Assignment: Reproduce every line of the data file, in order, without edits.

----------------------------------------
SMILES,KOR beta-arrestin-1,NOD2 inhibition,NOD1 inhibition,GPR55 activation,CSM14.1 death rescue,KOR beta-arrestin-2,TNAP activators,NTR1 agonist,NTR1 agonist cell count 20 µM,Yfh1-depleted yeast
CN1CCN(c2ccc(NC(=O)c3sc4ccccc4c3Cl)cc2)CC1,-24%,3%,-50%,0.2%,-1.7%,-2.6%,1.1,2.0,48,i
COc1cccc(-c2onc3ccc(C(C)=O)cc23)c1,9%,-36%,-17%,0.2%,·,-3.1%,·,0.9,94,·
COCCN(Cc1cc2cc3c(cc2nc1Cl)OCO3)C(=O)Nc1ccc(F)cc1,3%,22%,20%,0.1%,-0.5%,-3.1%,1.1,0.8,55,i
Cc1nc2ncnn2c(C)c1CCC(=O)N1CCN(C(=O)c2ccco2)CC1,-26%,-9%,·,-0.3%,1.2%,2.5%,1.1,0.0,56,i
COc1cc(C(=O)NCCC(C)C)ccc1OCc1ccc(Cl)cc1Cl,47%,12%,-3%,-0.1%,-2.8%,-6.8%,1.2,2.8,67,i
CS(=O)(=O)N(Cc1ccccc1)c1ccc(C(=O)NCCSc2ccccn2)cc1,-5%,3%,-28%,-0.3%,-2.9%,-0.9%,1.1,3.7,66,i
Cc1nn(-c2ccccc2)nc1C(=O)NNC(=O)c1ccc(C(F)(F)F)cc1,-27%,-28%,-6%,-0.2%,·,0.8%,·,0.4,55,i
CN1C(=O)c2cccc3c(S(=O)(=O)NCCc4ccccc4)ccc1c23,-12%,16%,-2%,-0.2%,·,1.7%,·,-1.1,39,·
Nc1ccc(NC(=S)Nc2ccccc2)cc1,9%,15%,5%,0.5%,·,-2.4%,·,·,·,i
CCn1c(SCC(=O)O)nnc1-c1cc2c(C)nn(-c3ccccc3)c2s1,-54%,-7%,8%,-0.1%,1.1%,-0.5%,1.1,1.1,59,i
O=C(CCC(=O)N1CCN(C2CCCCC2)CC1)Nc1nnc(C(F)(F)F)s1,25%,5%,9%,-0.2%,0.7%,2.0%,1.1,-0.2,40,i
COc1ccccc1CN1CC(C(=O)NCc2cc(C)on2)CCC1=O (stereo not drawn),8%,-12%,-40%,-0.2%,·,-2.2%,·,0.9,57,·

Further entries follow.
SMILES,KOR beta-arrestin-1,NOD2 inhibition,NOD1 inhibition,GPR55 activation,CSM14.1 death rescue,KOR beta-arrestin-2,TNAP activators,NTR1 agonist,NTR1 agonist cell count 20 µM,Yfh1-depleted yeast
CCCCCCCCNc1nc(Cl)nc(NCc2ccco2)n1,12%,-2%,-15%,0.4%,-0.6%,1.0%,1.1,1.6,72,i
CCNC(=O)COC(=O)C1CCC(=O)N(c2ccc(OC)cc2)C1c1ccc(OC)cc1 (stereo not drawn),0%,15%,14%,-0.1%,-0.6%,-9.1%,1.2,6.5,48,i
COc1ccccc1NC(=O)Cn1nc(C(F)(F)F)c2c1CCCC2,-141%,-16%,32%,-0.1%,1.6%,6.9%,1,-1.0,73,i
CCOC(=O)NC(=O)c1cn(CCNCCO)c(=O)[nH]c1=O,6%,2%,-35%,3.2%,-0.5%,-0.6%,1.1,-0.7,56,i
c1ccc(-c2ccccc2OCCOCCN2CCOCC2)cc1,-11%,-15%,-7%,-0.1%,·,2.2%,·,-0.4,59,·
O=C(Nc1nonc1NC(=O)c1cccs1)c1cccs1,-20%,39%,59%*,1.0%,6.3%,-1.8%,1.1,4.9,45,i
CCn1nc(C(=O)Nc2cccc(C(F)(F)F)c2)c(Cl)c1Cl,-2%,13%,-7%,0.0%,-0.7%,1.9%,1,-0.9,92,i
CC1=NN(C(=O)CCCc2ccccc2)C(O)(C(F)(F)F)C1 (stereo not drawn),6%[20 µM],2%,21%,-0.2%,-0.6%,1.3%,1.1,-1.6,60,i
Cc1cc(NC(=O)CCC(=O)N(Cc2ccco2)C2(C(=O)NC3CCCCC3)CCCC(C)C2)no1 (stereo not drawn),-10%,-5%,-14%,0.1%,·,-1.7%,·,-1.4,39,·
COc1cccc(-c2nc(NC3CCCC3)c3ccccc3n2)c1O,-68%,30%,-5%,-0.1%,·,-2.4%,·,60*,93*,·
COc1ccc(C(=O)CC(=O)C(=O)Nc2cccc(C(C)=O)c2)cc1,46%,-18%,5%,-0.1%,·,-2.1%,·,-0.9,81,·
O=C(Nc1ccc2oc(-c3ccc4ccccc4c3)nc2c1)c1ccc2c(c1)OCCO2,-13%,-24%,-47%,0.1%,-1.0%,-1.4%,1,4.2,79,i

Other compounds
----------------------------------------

SMILES,KOR beta-arrestin-1,NOD2 inhibition,NOD1 inhibition,GPR55 activation,CSM14.1 death rescue,KOR beta-arrestin-2,TNAP activators,NTR1 agonist,NTR1 agonist cell count 20 µM,Yfh1-depleted yeast
CN1CCN(c2ccc(NC(=O)c3sc4ccccc4c3Cl)cc2)CC1,-24%,3%,-50%,0.2%,-1.7%,-2.6%,1.1,2.0,48,i
COc1cccc(-c2onc3ccc(C(C)=O)cc23)c1,9%,-36%,-17%,0.2%,·,-3.1%,·,0.9,94,·
COCCN(Cc1cc2cc3c(cc2nc1Cl)OCO3)C(=O)Nc1ccc(F)cc1,3%,22%,20%,0.1%,-0.5%,-3.1%,1.1,0.8,55,i
Cc1nc2ncnn2c(C)c1CCC(=O)N1CCN(C(=O)c2ccco2)CC1,-26%,-9%,·,-0.3%,1.2%,2.5%,1.1,0.0,56,i
COc1cc(C(=O)NCCC(C)C)ccc1OCc1ccc(Cl)cc1Cl,47%,12%,-3%,-0.1%,-2.8%,-6.8%,1.2,2.8,67,i
CS(=O)(=O)N(Cc1ccccc1)c1ccc(C(=O)NCCSc2ccccn2)cc1,-5%,3%,-28%,-0.3%,-2.9%,-0.9%,1.1,3.7,66,i
Cc1nn(-c2ccccc2)nc1C(=O)NNC(=O)c1ccc(C(F)(F)F)cc1,-27%,-28%,-6%,-0.2%,·,0.8%,·,0.4,55,i
CN1C(=O)c2cccc3c(S(=O)(=O)NCCc4ccccc4)ccc1c23,-12%,16%,-2%,-0.2%,·,1.7%,·,-1.1,39,·
Nc1ccc(NC(=S)Nc2ccccc2)cc1,9%,15%,5%,0.5%,·,-2.4%,·,·,·,i
CCn1c(SCC(=O)O)nnc1-c1cc2c(C)nn(-c3ccccc3)c2s1,-54%,-7%,8%,-0.1%,1.1%,-0.5%,1.1,1.1,59,i
O=C(CCC(=O)N1CCN(C2CCCCC2)CC1)Nc1nnc(C(F)(F)F)s1,25%,5%,9%,-0.2%,0.7%,2.0%,1.1,-0.2,40,i
COc1ccccc1CN1CC(C(=O)NCc2cc(C)on2)CCC1=O (stereo not drawn),8%,-12%,-40%,-0.2%,·,-2.2%,·,0.9,57,·

Further entries follow.
SMILES,KOR beta-arrestin-1,NOD2 inhibition,NOD1 inhibition,GPR55 activation,CSM14.1 death rescue,KOR beta-arrestin-2,TNAP activators,NTR1 agonist,NTR1 agonist cell count 20 µM,Yfh1-depleted yeast
CCCCCCCCNc1nc(Cl)nc(NCc2ccco2)n1,12%,-2%,-15%,0.4%,-0.6%,1.0%,1.1,1.6,72,i
CCNC(=O)COC(=O)C1CCC(=O)N(c2ccc(OC)cc2)C1c1ccc(OC)cc1 (stereo not drawn),0%,15%,14%,-0.1%,-0.6%,-9.1%,1.2,6.5,48,i
COc1ccccc1NC(=O)Cn1nc(C(F)(F)F)c2c1CCCC2,-141%,-16%,32%,-0.1%,1.6%,6.9%,1,-1.0,73,i
CCOC(=O)NC(=O)c1cn(CCNCCO)c(=O)[nH]c1=O,6%,2%,-35%,3.2%,-0.5%,-0.6%,1.1,-0.7,56,i
c1ccc(-c2ccccc2OCCOCCN2CCOCC2)cc1,-11%,-15%,-7%,-0.1%,·,2.2%,·,-0.4,59,·
O=C(Nc1nonc1NC(=O)c1cccs1)c1cccs1,-20%,39%,59%*,1.0%,6.3%,-1.8%,1.1,4.9,45,i
CCn1nc(C(=O)Nc2cccc(C(F)(F)F)c2)c(Cl)c1Cl,-2%,13%,-7%,0.0%,-0.7%,1.9%,1,-0.9,92,i
CC1=NN(C(=O)CCCc2ccccc2)C(O)(C(F)(F)F)C1 (stereo not drawn),6%[20 µM],2%,21%,-0.2%,-0.6%,1.3%,1.1,-1.6,60,i
Cc1cc(NC(=O)CCC(=O)N(Cc2ccco2)C2(C(=O)NC3CCCCC3)CCCC(C)C2)no1 (stereo not drawn),-10%,-5%,-14%,0.1%,·,-1.7%,·,-1.4,39,·
COc1cccc(-c2nc(NC3CCCC3)c3ccccc3n2)c1O,-68%,30%,-5%,-0.1%,·,-2.4%,·,60*,93*,·
COc1ccc(C(=O)CC(=O)C(=O)Nc2cccc(C(C)=O)c2)cc1,46%,-18%,5%,-0.1%,·,-2.1%,·,-0.9,81,·
O=C(Nc1ccc2oc(-c3ccc4ccccc4c3)nc2c1)c1ccc2c(c1)OCCO2,-13%,-24%,-47%,0.1%,-1.0%,-1.4%,1,4.2,79,i

Other compounds